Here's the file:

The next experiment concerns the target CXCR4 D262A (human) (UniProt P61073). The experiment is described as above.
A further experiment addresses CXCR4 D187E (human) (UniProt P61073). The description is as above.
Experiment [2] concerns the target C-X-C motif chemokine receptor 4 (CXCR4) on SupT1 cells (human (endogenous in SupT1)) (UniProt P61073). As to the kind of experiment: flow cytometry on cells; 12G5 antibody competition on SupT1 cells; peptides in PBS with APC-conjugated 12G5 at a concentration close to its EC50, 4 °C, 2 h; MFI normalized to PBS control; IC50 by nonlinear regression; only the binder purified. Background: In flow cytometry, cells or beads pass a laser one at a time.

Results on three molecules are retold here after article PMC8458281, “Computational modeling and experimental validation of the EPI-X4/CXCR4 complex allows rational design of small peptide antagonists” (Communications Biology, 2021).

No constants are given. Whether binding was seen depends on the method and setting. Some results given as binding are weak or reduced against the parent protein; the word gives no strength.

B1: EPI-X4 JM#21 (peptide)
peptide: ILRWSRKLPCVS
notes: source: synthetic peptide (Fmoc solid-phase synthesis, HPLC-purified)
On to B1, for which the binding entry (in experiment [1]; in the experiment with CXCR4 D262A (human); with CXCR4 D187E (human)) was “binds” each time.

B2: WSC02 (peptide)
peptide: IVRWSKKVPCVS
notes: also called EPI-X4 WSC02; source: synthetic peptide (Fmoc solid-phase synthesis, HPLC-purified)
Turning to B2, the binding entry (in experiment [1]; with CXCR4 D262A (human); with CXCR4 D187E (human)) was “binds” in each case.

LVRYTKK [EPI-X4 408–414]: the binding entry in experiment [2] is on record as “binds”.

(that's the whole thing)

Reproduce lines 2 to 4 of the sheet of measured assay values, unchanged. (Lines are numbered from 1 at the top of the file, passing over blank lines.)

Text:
A further experiment addresses CXCR4 D187E (human) (UniProt P61073). The description is as above.
Experiment [2] concerns the target C-X-C motif chemokine receptor 4 (CXCR4) on SupT1 cells (human (endogenous in SupT1)) (UniProt P61073). As to the kind of experiment: flow cytometry on cells; 12G5 antibody competition on SupT1 cells; peptides in PBS with APC-conjugated 12G5 at a concentration close to its EC50, 4 °C, 2 h; MFI normalized to PBS control; IC50 by nonlinear regression; only the binder purified. Background: In flow cytometry, cells or beads pass a laser one at a time.

Results on three molecules are retold here after article PMC8458281, “Computational modeling and experimental validation of the EPI-X4/CXCR4 complex allows rational design of small peptide antagonists” (Communications Biology, 2021).